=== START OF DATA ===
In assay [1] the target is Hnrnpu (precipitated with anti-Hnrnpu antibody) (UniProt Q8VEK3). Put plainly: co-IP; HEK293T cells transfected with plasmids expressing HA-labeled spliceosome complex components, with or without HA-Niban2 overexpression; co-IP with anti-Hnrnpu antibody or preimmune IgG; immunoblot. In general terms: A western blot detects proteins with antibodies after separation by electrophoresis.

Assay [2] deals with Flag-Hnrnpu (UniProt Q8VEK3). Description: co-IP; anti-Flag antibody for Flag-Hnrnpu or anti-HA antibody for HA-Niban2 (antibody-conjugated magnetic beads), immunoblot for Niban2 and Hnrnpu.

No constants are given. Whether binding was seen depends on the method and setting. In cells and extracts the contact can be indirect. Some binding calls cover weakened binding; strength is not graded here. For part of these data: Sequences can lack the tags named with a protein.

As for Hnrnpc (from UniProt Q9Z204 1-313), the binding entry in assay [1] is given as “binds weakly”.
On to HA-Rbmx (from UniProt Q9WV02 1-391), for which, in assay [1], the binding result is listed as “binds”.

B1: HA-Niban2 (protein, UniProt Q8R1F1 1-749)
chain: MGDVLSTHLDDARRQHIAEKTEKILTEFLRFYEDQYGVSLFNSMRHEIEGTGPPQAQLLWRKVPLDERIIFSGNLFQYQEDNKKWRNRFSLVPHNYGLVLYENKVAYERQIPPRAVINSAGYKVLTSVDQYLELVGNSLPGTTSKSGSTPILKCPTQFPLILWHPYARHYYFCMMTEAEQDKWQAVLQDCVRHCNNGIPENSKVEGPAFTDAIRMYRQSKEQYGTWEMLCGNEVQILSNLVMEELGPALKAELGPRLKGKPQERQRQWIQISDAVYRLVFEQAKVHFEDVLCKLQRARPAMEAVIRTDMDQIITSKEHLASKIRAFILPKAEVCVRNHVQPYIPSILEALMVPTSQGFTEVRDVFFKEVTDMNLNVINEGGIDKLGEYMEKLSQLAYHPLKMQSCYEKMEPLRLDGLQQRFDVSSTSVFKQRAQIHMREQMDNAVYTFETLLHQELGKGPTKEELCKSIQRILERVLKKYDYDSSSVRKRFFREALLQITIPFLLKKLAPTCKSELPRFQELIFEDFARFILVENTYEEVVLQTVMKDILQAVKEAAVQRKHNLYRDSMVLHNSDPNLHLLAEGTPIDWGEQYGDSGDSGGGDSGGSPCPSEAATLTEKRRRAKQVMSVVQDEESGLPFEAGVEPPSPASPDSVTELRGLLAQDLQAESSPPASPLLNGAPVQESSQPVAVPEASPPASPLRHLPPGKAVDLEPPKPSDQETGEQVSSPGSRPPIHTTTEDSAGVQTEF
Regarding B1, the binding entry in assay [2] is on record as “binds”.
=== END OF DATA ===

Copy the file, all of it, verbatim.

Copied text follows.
In assay [1] the target is Hnrnpu (precipitated with anti-Hnrnpu antibody) (UniProt Q8VEK3). Put plainly: co-IP; HEK293T cells transfected with plasmids expressing HA-labeled spliceosome complex components, with or without HA-Niban2 overexpression; co-IP with anti-Hnrnpu antibody or preimmune IgG; immunoblot. In general terms: A western blot detects proteins with antibodies after separation by electrophoresis.

Assay [2] deals with Flag-Hnrnpu (UniProt Q8VEK3). Description: co-IP; anti-Flag antibody for Flag-Hnrnpu or anti-HA antibody for HA-Niban2 (antibody-conjugated magnetic beads), immunoblot for Niban2 and Hnrnpu.

No constants are given. Whether binding was seen depends on the method and setting. In cells and extracts the contact can be indirect. Some binding calls cover weakened binding; strength is not graded here. For part of these data: Sequences can lack the tags named with a protein.

As for Hnrnpc (from UniProt Q9Z204 1-313), the binding entry in assay [1] is given as “binds weakly”.
On to HA-Rbmx (from UniProt Q9WV02 1-391), for which, in assay [1], the binding result is listed as “binds”.

B1: HA-Niban2 (protein, UniProt Q8R1F1 1-749)
chain: MGDVLSTHLDDARRQHIAEKTEKILTEFLRFYEDQYGVSLFNSMRHEIEGTGPPQAQLLWRKVPLDERIIFSGNLFQYQEDNKKWRNRFSLVPHNYGLVLYENKVAYERQIPPRAVINSAGYKVLTSVDQYLELVGNSLPGTTSKSGSTPILKCPTQFPLILWHPYARHYYFCMMTEAEQDKWQAVLQDCVRHCNNGIPENSKVEGPAFTDAIRMYRQSKEQYGTWEMLCGNEVQILSNLVMEELGPALKAELGPRLKGKPQERQRQWIQISDAVYRLVFEQAKVHFEDVLCKLQRARPAMEAVIRTDMDQIITSKEHLASKIRAFILPKAEVCVRNHVQPYIPSILEALMVPTSQGFTEVRDVFFKEVTDMNLNVINEGGIDKLGEYMEKLSQLAYHPLKMQSCYEKMEPLRLDGLQQRFDVSSTSVFKQRAQIHMREQMDNAVYTFETLLHQELGKGPTKEELCKSIQRILERVLKKYDYDSSSVRKRFFREALLQITIPFLLKKLAPTCKSELPRFQELIFEDFARFILVENTYEEVVLQTVMKDILQAVKEAAVQRKHNLYRDSMVLHNSDPNLHLLAEGTPIDWGEQYGDSGDSGGGDSGGSPCPSEAATLTEKRRRAKQVMSVVQDEESGLPFEAGVEPPSPASPDSVTELRGLLAQDLQAESSPPASPLLNGAPVQESSQPVAVPEASPPASPLRHLPPGKAVDLEPPKPSDQETGEQVSSPGSRPPIHTTTEDSAGVQTEF
Regarding B1, the binding entry in assay [2] is on record as “binds”.